For larger events, Stirling Castle has a number of accessible event spaces suitable for banquets, receptions, seminars and meetings. The Great Hall, built in the 16th Century, is Scotland’s largest medieval banqueting hall with a reception capacity of 400.

Lucy McCaul marketing and communications manager for business events for VisitScotland says, “Scotland has a number of stunning historic venues ranging from medieval castles to former Royal yachts, all offering meeting and event planners even more choice alongside modern venues.”

Liverpool’s maritime history comes alive at Titanic Hotel and Rum Warehouse Liverpool, combining echoes of a bygone era with contemporary luxury. On a UNESCO World Heritage site, it is located in the Grade II listed North Warehouse of the 19th century Stanley Dock, which once stored rum and tobacco imported from around the globe.

The buildings have been restored to take full advantage of the original warehouse dimensions, brick and ironwork and beautiful dock views.

Versatile events facilities in The Rum Warehouse cater for everything from corporate conferences, product launches, sporting events and awards dinners, to weddings and intimate lunch meetings.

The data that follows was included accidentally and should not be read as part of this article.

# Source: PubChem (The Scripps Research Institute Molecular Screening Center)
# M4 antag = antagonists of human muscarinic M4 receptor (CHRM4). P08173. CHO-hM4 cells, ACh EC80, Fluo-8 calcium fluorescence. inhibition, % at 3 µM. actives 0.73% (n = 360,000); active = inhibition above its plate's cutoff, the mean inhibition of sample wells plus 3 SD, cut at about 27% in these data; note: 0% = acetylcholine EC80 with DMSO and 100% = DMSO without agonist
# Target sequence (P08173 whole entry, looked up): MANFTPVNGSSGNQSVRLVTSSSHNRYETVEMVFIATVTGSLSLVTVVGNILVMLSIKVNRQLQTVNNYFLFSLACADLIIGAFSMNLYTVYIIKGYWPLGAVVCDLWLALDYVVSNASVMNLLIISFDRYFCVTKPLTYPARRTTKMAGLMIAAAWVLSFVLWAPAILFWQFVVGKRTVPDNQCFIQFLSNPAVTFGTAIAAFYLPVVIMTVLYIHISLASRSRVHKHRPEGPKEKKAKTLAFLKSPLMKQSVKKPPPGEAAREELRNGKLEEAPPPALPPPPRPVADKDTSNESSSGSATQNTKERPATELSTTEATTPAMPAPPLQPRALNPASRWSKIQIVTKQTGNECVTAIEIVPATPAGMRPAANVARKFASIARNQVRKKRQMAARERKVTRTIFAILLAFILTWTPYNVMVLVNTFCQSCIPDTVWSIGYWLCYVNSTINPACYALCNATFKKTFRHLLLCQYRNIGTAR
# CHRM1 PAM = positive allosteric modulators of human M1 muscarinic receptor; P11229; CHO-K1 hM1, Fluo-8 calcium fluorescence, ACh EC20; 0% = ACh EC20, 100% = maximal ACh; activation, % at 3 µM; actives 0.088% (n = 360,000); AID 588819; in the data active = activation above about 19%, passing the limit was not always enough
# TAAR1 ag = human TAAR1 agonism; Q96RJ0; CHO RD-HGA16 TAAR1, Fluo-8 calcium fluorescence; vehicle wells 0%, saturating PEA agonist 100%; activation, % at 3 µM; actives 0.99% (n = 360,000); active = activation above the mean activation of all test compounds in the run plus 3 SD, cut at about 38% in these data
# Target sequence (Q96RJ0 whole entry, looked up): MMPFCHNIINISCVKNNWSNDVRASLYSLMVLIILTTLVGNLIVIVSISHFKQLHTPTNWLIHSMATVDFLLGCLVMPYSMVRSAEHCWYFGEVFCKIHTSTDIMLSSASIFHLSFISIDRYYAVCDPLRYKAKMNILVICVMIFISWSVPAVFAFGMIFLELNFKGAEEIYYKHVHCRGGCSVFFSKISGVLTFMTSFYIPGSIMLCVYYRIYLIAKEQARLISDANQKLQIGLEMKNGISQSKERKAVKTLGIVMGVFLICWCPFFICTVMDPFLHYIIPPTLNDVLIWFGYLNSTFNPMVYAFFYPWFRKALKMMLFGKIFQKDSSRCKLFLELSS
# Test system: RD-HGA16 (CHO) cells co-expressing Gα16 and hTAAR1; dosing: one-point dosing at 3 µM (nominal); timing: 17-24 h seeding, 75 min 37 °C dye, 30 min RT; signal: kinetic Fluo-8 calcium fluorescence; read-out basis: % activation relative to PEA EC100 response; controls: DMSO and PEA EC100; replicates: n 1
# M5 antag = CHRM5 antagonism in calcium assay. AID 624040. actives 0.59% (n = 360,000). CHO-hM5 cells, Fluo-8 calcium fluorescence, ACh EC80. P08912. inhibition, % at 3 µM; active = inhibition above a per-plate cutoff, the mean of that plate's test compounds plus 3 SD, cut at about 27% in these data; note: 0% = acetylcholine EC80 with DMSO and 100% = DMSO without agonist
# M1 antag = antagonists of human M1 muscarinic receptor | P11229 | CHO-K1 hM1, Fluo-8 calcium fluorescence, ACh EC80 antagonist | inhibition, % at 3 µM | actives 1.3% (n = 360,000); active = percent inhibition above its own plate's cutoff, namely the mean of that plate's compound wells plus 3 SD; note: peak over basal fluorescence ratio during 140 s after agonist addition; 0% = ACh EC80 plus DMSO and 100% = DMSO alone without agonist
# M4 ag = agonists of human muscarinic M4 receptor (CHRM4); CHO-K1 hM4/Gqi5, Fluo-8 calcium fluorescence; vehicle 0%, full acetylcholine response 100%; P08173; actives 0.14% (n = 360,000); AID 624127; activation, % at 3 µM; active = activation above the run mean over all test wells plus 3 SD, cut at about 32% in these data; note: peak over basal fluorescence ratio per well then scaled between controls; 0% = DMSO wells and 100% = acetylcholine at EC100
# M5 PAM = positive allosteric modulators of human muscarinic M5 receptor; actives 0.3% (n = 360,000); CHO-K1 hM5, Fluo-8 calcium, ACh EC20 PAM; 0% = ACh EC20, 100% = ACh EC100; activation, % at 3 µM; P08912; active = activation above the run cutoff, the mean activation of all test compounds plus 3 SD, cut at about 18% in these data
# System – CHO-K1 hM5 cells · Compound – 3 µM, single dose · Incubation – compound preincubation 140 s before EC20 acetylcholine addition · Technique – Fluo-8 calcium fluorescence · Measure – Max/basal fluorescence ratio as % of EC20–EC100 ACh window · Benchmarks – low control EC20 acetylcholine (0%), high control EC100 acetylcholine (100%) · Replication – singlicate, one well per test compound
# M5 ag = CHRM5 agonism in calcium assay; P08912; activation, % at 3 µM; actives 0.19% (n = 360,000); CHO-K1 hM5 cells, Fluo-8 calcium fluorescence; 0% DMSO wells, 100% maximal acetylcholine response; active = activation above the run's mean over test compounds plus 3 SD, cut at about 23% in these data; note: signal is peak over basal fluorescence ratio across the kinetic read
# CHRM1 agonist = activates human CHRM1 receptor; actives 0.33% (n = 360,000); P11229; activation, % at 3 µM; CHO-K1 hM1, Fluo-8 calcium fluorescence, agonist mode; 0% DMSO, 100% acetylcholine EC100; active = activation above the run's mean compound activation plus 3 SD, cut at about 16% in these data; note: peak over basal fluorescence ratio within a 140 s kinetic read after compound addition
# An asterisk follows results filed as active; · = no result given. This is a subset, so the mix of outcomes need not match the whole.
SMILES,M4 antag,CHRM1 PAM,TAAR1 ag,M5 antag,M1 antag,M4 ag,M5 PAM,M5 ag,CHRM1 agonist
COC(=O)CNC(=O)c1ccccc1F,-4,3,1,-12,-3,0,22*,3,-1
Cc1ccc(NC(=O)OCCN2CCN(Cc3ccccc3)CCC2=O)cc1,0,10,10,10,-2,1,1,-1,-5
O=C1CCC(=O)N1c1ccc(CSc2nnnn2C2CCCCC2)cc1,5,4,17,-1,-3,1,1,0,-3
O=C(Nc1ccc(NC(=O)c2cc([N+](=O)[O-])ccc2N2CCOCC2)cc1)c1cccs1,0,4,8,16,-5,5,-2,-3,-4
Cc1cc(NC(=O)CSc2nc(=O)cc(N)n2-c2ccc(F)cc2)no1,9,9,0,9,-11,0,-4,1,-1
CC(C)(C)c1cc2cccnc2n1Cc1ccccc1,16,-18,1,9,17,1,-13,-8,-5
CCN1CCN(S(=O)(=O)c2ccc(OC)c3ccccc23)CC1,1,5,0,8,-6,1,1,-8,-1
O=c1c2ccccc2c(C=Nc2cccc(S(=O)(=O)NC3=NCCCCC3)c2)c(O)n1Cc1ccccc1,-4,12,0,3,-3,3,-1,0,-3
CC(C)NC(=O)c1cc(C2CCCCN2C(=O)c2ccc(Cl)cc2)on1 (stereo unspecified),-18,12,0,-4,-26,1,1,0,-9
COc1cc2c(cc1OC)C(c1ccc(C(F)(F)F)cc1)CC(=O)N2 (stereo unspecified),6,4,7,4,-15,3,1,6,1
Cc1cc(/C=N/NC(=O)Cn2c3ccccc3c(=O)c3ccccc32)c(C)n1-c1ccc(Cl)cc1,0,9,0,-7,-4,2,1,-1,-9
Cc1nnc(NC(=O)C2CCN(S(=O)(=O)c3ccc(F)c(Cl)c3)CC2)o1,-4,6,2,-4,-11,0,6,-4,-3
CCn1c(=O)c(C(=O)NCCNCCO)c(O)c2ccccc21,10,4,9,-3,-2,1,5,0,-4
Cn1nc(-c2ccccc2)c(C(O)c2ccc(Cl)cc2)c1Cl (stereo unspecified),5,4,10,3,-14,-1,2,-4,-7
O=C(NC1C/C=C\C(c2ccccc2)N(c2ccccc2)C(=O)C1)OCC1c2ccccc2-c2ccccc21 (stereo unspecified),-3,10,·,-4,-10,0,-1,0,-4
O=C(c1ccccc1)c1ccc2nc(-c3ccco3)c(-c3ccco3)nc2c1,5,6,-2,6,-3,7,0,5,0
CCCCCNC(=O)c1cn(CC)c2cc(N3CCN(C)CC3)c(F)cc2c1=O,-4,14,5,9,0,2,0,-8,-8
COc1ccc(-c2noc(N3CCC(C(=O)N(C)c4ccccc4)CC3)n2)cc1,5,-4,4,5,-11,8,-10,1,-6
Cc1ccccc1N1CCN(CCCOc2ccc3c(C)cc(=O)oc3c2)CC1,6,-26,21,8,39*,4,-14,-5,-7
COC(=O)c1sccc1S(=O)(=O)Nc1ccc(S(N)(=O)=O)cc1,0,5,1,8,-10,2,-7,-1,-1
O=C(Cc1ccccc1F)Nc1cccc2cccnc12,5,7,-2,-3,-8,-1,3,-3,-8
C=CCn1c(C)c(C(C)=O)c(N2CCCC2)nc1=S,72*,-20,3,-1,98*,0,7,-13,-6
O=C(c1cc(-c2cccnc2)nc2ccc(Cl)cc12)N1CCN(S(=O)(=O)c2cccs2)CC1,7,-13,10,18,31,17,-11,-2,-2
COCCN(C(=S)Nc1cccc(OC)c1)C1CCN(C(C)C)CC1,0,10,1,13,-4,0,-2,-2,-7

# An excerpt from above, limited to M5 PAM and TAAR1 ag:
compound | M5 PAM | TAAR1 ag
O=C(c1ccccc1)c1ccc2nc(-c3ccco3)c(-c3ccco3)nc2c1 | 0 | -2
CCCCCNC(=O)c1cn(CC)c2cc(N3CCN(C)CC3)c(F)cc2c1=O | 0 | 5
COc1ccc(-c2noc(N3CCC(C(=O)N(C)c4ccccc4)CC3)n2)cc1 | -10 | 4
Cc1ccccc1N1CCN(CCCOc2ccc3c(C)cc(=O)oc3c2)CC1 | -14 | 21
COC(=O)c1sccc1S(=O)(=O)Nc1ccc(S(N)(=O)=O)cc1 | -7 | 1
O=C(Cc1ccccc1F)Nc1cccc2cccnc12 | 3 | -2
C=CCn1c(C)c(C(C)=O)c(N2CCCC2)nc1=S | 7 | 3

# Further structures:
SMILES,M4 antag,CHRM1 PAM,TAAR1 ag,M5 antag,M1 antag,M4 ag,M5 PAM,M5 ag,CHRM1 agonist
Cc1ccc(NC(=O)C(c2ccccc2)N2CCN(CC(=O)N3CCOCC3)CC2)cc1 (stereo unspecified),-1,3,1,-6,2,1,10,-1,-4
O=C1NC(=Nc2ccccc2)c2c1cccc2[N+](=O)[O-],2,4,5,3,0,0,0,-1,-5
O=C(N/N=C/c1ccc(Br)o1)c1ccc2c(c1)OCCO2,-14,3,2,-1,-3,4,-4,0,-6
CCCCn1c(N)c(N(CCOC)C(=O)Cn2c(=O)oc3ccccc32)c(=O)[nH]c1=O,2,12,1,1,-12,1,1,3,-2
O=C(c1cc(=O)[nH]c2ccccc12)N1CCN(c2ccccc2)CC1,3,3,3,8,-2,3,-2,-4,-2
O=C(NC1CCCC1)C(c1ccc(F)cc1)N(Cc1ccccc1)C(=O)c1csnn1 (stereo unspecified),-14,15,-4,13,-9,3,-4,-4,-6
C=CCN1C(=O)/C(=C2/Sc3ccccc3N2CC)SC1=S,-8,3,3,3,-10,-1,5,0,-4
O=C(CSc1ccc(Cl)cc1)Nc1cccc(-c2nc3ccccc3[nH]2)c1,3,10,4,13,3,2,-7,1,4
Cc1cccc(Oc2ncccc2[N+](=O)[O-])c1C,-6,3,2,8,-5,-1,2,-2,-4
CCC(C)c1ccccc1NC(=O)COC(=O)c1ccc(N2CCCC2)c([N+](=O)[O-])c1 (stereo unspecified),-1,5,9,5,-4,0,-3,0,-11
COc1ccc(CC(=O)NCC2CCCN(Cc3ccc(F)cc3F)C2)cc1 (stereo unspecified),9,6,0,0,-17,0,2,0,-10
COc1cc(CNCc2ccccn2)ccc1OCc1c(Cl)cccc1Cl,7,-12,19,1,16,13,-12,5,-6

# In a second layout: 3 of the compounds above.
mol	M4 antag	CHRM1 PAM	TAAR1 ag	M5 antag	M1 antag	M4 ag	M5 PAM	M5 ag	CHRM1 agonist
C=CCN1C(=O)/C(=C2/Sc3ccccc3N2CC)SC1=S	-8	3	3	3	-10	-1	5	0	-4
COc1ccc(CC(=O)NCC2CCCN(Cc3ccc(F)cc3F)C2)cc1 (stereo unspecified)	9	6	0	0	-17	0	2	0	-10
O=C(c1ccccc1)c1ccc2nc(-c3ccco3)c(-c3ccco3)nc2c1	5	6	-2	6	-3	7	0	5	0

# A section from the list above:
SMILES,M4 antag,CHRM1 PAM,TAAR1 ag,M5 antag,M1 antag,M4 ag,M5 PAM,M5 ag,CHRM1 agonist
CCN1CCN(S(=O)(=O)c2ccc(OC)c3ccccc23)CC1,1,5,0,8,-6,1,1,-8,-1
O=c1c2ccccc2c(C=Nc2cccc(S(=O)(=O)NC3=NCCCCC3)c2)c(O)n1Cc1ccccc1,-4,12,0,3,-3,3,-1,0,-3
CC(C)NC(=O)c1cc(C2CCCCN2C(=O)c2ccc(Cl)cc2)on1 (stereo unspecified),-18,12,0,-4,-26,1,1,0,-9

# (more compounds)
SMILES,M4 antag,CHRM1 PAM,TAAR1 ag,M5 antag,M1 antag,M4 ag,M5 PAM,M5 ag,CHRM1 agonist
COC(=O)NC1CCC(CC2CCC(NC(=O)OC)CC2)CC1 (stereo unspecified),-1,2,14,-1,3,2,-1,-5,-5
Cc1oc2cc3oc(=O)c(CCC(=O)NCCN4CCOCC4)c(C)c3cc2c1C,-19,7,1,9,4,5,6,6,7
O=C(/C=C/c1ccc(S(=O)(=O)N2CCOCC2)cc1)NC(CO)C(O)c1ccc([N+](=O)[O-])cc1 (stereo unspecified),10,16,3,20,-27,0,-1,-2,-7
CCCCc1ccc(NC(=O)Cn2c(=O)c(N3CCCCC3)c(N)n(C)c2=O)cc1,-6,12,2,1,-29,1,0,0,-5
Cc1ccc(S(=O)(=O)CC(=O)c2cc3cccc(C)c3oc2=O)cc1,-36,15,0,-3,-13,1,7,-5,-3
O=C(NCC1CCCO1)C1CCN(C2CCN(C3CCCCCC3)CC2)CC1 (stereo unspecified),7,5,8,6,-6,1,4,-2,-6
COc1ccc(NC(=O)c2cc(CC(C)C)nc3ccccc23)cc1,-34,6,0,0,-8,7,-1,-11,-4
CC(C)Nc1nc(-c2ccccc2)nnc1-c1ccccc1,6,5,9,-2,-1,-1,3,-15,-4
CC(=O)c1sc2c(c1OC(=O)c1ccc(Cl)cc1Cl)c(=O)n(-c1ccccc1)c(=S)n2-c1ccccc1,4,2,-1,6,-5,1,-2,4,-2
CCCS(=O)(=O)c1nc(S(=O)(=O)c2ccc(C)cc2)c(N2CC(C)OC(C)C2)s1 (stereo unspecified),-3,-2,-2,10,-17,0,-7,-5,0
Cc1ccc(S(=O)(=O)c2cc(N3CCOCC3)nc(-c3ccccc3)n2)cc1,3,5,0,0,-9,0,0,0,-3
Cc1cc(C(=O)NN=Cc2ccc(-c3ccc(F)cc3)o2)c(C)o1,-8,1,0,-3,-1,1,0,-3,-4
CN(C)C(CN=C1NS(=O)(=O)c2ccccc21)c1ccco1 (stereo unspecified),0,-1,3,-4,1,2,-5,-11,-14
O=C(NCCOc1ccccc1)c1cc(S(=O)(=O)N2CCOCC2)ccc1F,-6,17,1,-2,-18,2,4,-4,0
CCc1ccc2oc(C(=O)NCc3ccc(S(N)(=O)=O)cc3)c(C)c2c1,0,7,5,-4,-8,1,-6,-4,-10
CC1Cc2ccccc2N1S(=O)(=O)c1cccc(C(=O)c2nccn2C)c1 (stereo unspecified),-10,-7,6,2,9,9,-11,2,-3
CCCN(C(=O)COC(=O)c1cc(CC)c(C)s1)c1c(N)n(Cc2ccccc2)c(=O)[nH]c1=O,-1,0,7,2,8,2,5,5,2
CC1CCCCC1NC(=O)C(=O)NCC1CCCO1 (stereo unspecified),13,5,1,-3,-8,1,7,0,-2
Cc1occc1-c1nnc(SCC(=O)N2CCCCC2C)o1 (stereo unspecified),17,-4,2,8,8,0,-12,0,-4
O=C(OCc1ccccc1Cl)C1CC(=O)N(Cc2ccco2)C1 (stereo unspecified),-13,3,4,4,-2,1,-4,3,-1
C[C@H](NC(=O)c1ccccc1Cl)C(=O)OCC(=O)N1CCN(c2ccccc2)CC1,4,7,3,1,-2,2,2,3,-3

Titanic Hotel and Rum Warehouse is already Liverpool City Region Tourism Awards Hotel of the Year and has plans to expand on its success this autumn by transforming an adjoining part of the mammoth warehouse into a unique event space, The West Bay.

It is comforting to know that if you are looking to utilise a UK heritage venue for your meeting, that you can rely on modern comforts.

Martin Fullard

Author

Martin Fullard

Martin Fullard: journalist, presenter, producer. Martin is the Deputy Editor at Conference News and Conference & Meetings World magazines. He leads the digital channels on Mash Media’s Conference Division as well as heading up Mash TV. He is formerly a web editor at a national newspaper in the Middle East and motoring journalist.